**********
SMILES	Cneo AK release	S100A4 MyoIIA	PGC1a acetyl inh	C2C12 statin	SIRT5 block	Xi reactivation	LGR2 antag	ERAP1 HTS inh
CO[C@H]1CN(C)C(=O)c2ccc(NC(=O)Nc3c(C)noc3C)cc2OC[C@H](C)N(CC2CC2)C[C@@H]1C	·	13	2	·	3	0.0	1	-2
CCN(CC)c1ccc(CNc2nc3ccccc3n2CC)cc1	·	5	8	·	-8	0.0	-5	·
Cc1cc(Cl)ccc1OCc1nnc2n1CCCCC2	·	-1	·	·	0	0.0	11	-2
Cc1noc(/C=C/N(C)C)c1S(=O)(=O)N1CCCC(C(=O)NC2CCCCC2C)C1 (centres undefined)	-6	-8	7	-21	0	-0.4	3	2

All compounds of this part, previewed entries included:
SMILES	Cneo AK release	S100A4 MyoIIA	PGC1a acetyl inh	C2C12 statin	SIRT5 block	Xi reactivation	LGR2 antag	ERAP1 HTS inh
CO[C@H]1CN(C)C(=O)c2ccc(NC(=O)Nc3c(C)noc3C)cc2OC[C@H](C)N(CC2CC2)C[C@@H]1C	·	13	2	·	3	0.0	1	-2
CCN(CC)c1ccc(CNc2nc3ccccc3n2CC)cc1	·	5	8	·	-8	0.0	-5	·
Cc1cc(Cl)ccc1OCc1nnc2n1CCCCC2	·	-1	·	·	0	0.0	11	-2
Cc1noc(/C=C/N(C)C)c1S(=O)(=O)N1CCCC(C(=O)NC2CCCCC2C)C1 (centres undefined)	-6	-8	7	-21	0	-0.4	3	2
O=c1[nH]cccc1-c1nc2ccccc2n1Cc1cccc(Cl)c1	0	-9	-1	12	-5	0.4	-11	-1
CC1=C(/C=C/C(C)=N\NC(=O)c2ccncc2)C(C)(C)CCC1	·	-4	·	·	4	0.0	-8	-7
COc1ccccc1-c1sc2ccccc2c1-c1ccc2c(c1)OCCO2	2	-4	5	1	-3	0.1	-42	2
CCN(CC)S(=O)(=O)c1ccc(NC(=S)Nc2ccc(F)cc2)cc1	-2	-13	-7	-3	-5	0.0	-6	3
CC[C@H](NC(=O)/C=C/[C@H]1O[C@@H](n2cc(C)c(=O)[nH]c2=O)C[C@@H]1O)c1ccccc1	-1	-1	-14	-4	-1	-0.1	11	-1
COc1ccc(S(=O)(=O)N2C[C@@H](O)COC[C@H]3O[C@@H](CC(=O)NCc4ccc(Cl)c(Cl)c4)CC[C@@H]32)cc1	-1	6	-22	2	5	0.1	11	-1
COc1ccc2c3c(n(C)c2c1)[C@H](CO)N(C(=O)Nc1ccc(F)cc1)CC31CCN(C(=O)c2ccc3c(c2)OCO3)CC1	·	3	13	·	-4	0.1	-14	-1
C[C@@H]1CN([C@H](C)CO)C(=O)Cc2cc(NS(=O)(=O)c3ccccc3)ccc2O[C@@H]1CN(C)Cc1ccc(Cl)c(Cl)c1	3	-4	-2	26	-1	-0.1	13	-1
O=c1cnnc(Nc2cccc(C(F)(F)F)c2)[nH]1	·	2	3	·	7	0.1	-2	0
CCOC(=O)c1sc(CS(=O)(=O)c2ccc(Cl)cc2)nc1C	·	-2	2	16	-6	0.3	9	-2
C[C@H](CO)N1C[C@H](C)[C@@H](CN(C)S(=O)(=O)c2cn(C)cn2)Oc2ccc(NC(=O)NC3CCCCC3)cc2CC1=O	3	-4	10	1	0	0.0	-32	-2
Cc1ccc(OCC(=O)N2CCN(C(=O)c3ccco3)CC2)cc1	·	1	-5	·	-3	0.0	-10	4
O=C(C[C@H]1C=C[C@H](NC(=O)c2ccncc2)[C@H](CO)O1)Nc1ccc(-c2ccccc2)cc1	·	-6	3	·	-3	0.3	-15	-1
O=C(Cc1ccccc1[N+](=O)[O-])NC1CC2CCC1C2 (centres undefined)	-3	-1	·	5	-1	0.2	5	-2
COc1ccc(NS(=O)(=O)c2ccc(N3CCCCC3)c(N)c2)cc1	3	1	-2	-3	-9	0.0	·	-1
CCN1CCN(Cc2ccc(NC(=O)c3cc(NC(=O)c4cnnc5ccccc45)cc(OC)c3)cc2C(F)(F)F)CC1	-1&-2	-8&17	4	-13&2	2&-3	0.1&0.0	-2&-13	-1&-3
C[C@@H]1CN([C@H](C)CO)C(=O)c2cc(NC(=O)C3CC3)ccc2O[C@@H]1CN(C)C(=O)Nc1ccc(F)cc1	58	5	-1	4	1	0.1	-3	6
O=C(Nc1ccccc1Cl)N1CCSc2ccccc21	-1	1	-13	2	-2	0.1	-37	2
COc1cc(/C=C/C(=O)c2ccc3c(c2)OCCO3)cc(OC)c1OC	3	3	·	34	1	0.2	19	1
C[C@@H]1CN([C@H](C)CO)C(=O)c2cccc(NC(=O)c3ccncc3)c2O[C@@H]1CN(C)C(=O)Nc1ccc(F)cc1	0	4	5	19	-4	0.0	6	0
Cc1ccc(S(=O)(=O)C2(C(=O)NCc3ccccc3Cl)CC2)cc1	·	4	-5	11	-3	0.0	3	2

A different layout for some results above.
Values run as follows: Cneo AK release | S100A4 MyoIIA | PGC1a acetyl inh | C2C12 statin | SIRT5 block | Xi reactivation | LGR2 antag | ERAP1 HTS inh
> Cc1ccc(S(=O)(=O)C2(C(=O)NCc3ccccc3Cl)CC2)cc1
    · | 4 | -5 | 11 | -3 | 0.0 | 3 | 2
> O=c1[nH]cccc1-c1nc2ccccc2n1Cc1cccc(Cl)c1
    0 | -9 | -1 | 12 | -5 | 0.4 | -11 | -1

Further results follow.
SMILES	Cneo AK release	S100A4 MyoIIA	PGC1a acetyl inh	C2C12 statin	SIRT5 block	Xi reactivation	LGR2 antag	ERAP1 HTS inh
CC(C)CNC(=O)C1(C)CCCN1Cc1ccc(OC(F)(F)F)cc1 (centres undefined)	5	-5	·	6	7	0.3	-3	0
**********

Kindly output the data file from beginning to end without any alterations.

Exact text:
SMILES	Cneo AK release	S100A4 MyoIIA	PGC1a acetyl inh	C2C12 statin	SIRT5 block	Xi reactivation	LGR2 antag	ERAP1 HTS inh
CO[C@H]1CN(C)C(=O)c2ccc(NC(=O)Nc3c(C)noc3C)cc2OC[C@H](C)N(CC2CC2)C[C@@H]1C	·	13	2	·	3	0.0	1	-2
CCN(CC)c1ccc(CNc2nc3ccccc3n2CC)cc1	·	5	8	·	-8	0.0	-5	·
Cc1cc(Cl)ccc1OCc1nnc2n1CCCCC2	·	-1	·	·	0	0.0	11	-2
Cc1noc(/C=C/N(C)C)c1S(=O)(=O)N1CCCC(C(=O)NC2CCCCC2C)C1 (centres undefined)	-6	-8	7	-21	0	-0.4	3	2

All compounds of this part, previewed entries included:
SMILES	Cneo AK release	S100A4 MyoIIA	PGC1a acetyl inh	C2C12 statin	SIRT5 block	Xi reactivation	LGR2 antag	ERAP1 HTS inh
CO[C@H]1CN(C)C(=O)c2ccc(NC(=O)Nc3c(C)noc3C)cc2OC[C@H](C)N(CC2CC2)C[C@@H]1C	·	13	2	·	3	0.0	1	-2
CCN(CC)c1ccc(CNc2nc3ccccc3n2CC)cc1	·	5	8	·	-8	0.0	-5	·
Cc1cc(Cl)ccc1OCc1nnc2n1CCCCC2	·	-1	·	·	0	0.0	11	-2
Cc1noc(/C=C/N(C)C)c1S(=O)(=O)N1CCCC(C(=O)NC2CCCCC2C)C1 (centres undefined)	-6	-8	7	-21	0	-0.4	3	2
O=c1[nH]cccc1-c1nc2ccccc2n1Cc1cccc(Cl)c1	0	-9	-1	12	-5	0.4	-11	-1
CC1=C(/C=C/C(C)=N\NC(=O)c2ccncc2)C(C)(C)CCC1	·	-4	·	·	4	0.0	-8	-7
COc1ccccc1-c1sc2ccccc2c1-c1ccc2c(c1)OCCO2	2	-4	5	1	-3	0.1	-42	2
CCN(CC)S(=O)(=O)c1ccc(NC(=S)Nc2ccc(F)cc2)cc1	-2	-13	-7	-3	-5	0.0	-6	3
CC[C@H](NC(=O)/C=C/[C@H]1O[C@@H](n2cc(C)c(=O)[nH]c2=O)C[C@@H]1O)c1ccccc1	-1	-1	-14	-4	-1	-0.1	11	-1
COc1ccc(S(=O)(=O)N2C[C@@H](O)COC[C@H]3O[C@@H](CC(=O)NCc4ccc(Cl)c(Cl)c4)CC[C@@H]32)cc1	-1	6	-22	2	5	0.1	11	-1
COc1ccc2c3c(n(C)c2c1)[C@H](CO)N(C(=O)Nc1ccc(F)cc1)CC31CCN(C(=O)c2ccc3c(c2)OCO3)CC1	·	3	13	·	-4	0.1	-14	-1
C[C@@H]1CN([C@H](C)CO)C(=O)Cc2cc(NS(=O)(=O)c3ccccc3)ccc2O[C@@H]1CN(C)Cc1ccc(Cl)c(Cl)c1	3	-4	-2	26	-1	-0.1	13	-1
O=c1cnnc(Nc2cccc(C(F)(F)F)c2)[nH]1	·	2	3	·	7	0.1	-2	0
CCOC(=O)c1sc(CS(=O)(=O)c2ccc(Cl)cc2)nc1C	·	-2	2	16	-6	0.3	9	-2
C[C@H](CO)N1C[C@H](C)[C@@H](CN(C)S(=O)(=O)c2cn(C)cn2)Oc2ccc(NC(=O)NC3CCCCC3)cc2CC1=O	3	-4	10	1	0	0.0	-32	-2
Cc1ccc(OCC(=O)N2CCN(C(=O)c3ccco3)CC2)cc1	·	1	-5	·	-3	0.0	-10	4
O=C(C[C@H]1C=C[C@H](NC(=O)c2ccncc2)[C@H](CO)O1)Nc1ccc(-c2ccccc2)cc1	·	-6	3	·	-3	0.3	-15	-1
O=C(Cc1ccccc1[N+](=O)[O-])NC1CC2CCC1C2 (centres undefined)	-3	-1	·	5	-1	0.2	5	-2
COc1ccc(NS(=O)(=O)c2ccc(N3CCCCC3)c(N)c2)cc1	3	1	-2	-3	-9	0.0	·	-1
CCN1CCN(Cc2ccc(NC(=O)c3cc(NC(=O)c4cnnc5ccccc45)cc(OC)c3)cc2C(F)(F)F)CC1	-1&-2	-8&17	4	-13&2	2&-3	0.1&0.0	-2&-13	-1&-3
C[C@@H]1CN([C@H](C)CO)C(=O)c2cc(NC(=O)C3CC3)ccc2O[C@@H]1CN(C)C(=O)Nc1ccc(F)cc1	58	5	-1	4	1	0.1	-3	6
O=C(Nc1ccccc1Cl)N1CCSc2ccccc21	-1	1	-13	2	-2	0.1	-37	2
COc1cc(/C=C/C(=O)c2ccc3c(c2)OCCO3)cc(OC)c1OC	3	3	·	34	1	0.2	19	1
C[C@@H]1CN([C@H](C)CO)C(=O)c2cccc(NC(=O)c3ccncc3)c2O[C@@H]1CN(C)C(=O)Nc1ccc(F)cc1	0	4	5	19	-4	0.0	6	0
Cc1ccc(S(=O)(=O)C2(C(=O)NCc3ccccc3Cl)CC2)cc1	·	4	-5	11	-3	0.0	3	2

A different layout for some results above.
Values run as follows: Cneo AK release | S100A4 MyoIIA | PGC1a acetyl inh | C2C12 statin | SIRT5 block | Xi reactivation | LGR2 antag | ERAP1 HTS inh
> Cc1ccc(S(=O)(=O)C2(C(=O)NCc3ccccc3Cl)CC2)cc1
    · | 4 | -5 | 11 | -3 | 0.0 | 3 | 2
> O=c1[nH]cccc1-c1nc2ccccc2n1Cc1cccc(Cl)c1
    0 | -9 | -1 | 12 | -5 | 0.4 | -11 | -1

Further results follow.
SMILES	Cneo AK release	S100A4 MyoIIA	PGC1a acetyl inh	C2C12 statin	SIRT5 block	Xi reactivation	LGR2 antag	ERAP1 HTS inh
CC(C)CNC(=O)C1(C)CCCN1Cc1ccc(OC(F)(F)F)cc1 (centres undefined)	5	-5	·	6	7	0.3	-3	0